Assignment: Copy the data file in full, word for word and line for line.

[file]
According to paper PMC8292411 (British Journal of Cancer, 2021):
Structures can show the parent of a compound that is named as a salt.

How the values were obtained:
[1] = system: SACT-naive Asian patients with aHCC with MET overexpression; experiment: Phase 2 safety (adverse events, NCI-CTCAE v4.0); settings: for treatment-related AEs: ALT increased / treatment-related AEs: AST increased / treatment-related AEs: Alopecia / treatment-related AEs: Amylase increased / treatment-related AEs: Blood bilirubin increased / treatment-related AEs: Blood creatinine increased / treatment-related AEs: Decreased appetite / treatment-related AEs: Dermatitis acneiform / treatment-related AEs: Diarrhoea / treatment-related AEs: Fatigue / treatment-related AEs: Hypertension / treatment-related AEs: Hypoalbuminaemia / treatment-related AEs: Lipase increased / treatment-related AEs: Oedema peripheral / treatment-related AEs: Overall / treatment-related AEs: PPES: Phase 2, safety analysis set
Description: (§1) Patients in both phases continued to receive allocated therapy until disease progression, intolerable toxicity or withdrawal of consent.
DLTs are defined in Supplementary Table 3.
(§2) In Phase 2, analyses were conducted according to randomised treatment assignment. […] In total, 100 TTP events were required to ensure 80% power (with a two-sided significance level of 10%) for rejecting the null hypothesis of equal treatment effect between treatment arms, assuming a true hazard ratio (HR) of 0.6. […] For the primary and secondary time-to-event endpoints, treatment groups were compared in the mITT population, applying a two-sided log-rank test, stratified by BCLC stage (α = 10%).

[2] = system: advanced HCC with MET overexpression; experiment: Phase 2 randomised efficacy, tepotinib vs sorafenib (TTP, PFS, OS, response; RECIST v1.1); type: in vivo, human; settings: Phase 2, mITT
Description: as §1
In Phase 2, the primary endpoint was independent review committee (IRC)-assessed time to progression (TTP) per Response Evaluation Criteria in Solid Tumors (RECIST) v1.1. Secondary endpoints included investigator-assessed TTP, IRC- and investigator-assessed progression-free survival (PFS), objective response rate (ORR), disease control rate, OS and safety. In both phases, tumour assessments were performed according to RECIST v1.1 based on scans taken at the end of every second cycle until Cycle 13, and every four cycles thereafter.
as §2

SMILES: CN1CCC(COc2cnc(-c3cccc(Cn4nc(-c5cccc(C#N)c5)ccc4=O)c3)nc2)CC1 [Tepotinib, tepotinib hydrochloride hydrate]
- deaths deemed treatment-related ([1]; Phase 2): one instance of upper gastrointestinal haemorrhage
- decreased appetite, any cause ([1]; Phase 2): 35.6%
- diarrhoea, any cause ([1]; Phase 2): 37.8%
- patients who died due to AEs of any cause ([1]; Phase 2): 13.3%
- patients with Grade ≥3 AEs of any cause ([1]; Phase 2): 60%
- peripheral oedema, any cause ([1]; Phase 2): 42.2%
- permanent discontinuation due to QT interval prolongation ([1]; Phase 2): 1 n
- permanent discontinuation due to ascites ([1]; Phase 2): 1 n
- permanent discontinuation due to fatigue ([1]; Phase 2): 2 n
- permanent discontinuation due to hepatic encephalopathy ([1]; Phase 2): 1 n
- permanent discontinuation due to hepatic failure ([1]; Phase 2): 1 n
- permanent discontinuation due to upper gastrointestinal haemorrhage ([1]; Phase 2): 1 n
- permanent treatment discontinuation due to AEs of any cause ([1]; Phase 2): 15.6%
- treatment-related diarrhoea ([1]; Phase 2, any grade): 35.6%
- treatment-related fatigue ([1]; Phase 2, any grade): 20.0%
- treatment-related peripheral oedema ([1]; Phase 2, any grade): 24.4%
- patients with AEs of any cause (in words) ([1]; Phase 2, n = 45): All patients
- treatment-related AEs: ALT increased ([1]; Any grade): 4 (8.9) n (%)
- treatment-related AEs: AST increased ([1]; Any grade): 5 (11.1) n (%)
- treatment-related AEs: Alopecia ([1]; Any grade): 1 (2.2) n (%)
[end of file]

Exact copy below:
According to paper PMC8292411 (British Journal of Cancer, 2021):
Structures can show the parent of a compound that is named as a salt.

How the values were obtained:
[1] = system: SACT-naive Asian patients with aHCC with MET overexpression; experiment: Phase 2 safety (adverse events, NCI-CTCAE v4.0); settings: for treatment-related AEs: ALT increased / treatment-related AEs: AST increased / treatment-related AEs: Alopecia / treatment-related AEs: Amylase increased / treatment-related AEs: Blood bilirubin increased / treatment-related AEs: Blood creatinine increased / treatment-related AEs: Decreased appetite / treatment-related AEs: Dermatitis acneiform / treatment-related AEs: Diarrhoea / treatment-related AEs: Fatigue / treatment-related AEs: Hypertension / treatment-related AEs: Hypoalbuminaemia / treatment-related AEs: Lipase increased / treatment-related AEs: Oedema peripheral / treatment-related AEs: Overall / treatment-related AEs: PPES: Phase 2, safety analysis set
Description: (§1) Patients in both phases continued to receive allocated therapy until disease progression, intolerable toxicity or withdrawal of consent.
DLTs are defined in Supplementary Table 3.
(§2) In Phase 2, analyses were conducted according to randomised treatment assignment. […] In total, 100 TTP events were required to ensure 80% power (with a two-sided significance level of 10%) for rejecting the null hypothesis of equal treatment effect between treatment arms, assuming a true hazard ratio (HR) of 0.6. […] For the primary and secondary time-to-event endpoints, treatment groups were compared in the mITT population, applying a two-sided log-rank test, stratified by BCLC stage (α = 10%).

[2] = system: advanced HCC with MET overexpression; experiment: Phase 2 randomised efficacy, tepotinib vs sorafenib (TTP, PFS, OS, response; RECIST v1.1); type: in vivo, human; settings: Phase 2, mITT
Description: as §1
In Phase 2, the primary endpoint was independent review committee (IRC)-assessed time to progression (TTP) per Response Evaluation Criteria in Solid Tumors (RECIST) v1.1. Secondary endpoints included investigator-assessed TTP, IRC- and investigator-assessed progression-free survival (PFS), objective response rate (ORR), disease control rate, OS and safety. In both phases, tumour assessments were performed according to RECIST v1.1 based on scans taken at the end of every second cycle until Cycle 13, and every four cycles thereafter.
as §2

SMILES: CN1CCC(COc2cnc(-c3cccc(Cn4nc(-c5cccc(C#N)c5)ccc4=O)c3)nc2)CC1 [Tepotinib, tepotinib hydrochloride hydrate]
- deaths deemed treatment-related ([1]; Phase 2): one instance of upper gastrointestinal haemorrhage
- decreased appetite, any cause ([1]; Phase 2): 35.6%
- diarrhoea, any cause ([1]; Phase 2): 37.8%
- patients who died due to AEs of any cause ([1]; Phase 2): 13.3%
- patients with Grade ≥3 AEs of any cause ([1]; Phase 2): 60%
- peripheral oedema, any cause ([1]; Phase 2): 42.2%
- permanent discontinuation due to QT interval prolongation ([1]; Phase 2): 1 n
- permanent discontinuation due to ascites ([1]; Phase 2): 1 n
- permanent discontinuation due to fatigue ([1]; Phase 2): 2 n
- permanent discontinuation due to hepatic encephalopathy ([1]; Phase 2): 1 n
- permanent discontinuation due to hepatic failure ([1]; Phase 2): 1 n
- permanent discontinuation due to upper gastrointestinal haemorrhage ([1]; Phase 2): 1 n
- permanent treatment discontinuation due to AEs of any cause ([1]; Phase 2): 15.6%
- treatment-related diarrhoea ([1]; Phase 2, any grade): 35.6%
- treatment-related fatigue ([1]; Phase 2, any grade): 20.0%
- treatment-related peripheral oedema ([1]; Phase 2, any grade): 24.4%
- patients with AEs of any cause (in words) ([1]; Phase 2, n = 45): All patients
- treatment-related AEs: ALT increased ([1]; Any grade): 4 (8.9) n (%)
- treatment-related AEs: AST increased ([1]; Any grade): 5 (11.1) n (%)
- treatment-related AEs: Alopecia ([1]; Any grade): 1 (2.2) n (%)